Format

Send to

Choose Destination
See comment in PubMed Commons below
Mol Nutr Food Res. 2014 Jul;58(7):1426-35. doi: 10.1002/mnfr.201300910. Epub 2014 Mar 3.

Glycyrrhizic acid attenuated glycative stress in kidney of diabetic mice through enhancing glyoxalase pathway.

Author information

1
Center of Aging Research, China Medical University Hospital, Taichung City, Taiwan.

Abstract

SCOPE:

Antiglycative effects of glycyrrhizic acid (GA) in kidney of diabetic mice were examined.

METHODS AND RESULTS:

GA at 0.05, 0.1, and 0.2% was supplied to diabetic mice for 9 wk. Results showed that GA intake increased its deposit in kidney, raised plasma insulin level, decreased plasma glucose and blood urine nitrogen levels, and improved creatinine clearance rate (p < 0.05). GA intake dose-dependently reduced renal carboxymethyllysine level, and at 0.1 and 0.2% decreased plasma HbA1c, urinary glycated albumin, and renal pentosidine levels (p < 0.05). Dietary GA intake declined renal aldose reductase activity and protein expression, as well as lowered renal fructose and sorbitol levels (p < 0.05). GA intake dose-dependently increased glyoxalase-1 activity and expression, and decreased renal methylglyoxal level (p < 0.05). This compound at 0.1 and 0.2% raised glyoxalase-2 activity and protein expression, and increased d-lactate formation (p < 0.05). GA intake dose-dependently suppressed renal expression of nuclear factor kappa B (NF-κB) p65 and p-p38, decreased reactive oxygen species production, and retained glutathione content (p < 0.05). This compound at 0.1 and 0.2% downregulated renal expression of NF-κB p50 and p-ERK1/2 (p < 0.05), and lowered renal level of monocyte chemoattractant protein-1 (MCP-1) and intercellular adhesion molecule-1 (ICAM-1).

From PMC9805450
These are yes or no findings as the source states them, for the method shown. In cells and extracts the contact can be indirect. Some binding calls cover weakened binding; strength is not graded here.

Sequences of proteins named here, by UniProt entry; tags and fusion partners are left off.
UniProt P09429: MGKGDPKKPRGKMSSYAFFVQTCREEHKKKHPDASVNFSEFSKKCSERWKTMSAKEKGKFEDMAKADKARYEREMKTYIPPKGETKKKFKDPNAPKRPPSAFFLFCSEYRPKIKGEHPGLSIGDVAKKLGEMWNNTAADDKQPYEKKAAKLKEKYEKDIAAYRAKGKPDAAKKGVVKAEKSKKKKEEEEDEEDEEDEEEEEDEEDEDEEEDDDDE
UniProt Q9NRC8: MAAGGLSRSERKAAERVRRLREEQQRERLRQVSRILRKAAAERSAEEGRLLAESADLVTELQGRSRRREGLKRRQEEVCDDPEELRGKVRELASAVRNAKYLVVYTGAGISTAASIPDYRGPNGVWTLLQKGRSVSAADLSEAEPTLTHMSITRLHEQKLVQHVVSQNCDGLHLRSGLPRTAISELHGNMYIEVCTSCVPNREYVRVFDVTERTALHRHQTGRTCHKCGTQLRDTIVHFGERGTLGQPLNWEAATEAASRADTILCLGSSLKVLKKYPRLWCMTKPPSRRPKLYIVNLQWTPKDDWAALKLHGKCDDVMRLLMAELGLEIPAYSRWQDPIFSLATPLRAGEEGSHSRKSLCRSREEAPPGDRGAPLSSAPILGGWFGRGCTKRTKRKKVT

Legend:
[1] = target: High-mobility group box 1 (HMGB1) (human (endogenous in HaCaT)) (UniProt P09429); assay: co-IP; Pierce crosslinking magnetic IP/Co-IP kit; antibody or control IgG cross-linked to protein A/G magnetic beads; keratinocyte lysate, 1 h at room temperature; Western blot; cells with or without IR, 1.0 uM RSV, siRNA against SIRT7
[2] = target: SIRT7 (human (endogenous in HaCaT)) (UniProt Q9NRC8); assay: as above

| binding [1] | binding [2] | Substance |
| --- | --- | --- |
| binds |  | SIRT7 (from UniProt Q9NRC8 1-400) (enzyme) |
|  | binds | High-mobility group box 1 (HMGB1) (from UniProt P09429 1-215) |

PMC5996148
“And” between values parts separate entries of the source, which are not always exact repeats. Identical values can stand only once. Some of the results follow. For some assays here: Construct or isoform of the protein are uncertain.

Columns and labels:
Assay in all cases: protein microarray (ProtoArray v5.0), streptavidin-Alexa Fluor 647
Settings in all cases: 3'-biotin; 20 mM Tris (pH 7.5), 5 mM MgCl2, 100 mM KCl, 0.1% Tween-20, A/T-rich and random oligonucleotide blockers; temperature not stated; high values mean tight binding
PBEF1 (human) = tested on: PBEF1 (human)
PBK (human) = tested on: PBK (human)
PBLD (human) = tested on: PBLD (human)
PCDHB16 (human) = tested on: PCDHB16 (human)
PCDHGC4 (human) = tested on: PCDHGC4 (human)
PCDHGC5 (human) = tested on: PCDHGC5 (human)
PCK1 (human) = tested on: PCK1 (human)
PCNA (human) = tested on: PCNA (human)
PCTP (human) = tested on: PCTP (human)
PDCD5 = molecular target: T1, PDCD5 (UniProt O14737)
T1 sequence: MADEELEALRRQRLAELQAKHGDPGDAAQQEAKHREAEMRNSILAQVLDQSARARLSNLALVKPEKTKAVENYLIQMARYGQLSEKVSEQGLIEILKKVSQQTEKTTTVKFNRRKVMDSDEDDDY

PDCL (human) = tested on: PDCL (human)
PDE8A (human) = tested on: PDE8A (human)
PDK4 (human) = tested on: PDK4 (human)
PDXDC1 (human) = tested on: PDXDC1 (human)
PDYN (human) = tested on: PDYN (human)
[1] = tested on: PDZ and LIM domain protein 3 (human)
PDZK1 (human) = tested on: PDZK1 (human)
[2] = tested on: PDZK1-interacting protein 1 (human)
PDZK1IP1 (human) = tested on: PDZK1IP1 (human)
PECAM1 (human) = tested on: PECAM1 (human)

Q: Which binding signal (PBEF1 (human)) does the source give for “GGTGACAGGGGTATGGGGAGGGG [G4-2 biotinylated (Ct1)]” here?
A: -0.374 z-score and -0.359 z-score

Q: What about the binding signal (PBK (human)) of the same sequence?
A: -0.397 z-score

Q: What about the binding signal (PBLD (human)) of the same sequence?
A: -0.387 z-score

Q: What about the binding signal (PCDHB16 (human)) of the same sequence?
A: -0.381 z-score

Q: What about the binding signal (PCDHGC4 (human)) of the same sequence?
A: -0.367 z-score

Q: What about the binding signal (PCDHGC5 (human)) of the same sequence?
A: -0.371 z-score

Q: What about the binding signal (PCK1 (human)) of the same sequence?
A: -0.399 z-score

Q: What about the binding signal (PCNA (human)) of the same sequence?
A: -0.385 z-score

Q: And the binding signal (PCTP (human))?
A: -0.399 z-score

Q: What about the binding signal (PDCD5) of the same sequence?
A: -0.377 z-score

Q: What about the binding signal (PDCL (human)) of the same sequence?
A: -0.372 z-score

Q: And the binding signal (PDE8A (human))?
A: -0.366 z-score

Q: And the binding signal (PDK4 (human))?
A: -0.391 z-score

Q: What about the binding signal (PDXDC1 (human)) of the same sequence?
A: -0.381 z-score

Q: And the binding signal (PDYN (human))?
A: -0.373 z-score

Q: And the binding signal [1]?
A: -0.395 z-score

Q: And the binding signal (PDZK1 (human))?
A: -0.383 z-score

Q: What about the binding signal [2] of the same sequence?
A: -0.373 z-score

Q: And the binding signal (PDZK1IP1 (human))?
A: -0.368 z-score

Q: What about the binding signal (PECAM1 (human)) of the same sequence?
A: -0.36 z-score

CONCLUSIONS:

These findings suggest that glycyrrhizic acid is an antiglycative and renal-protective agent.

KEYWORDS:

Diabetic nephropathy; Glycation; Glycyrrhizic acid; Glyoxalase-1; Methylglyoxal

PMID:
24585461
DOI:
10.1002/mnfr.201300910
[Indexed for MEDLINE]
PubMed Commons home

PubMed Commons

0 comments
How to join PubMed Commons

    Supplemental Content

    Full text links

    Icon for Wiley
    Loading ...
    Support Center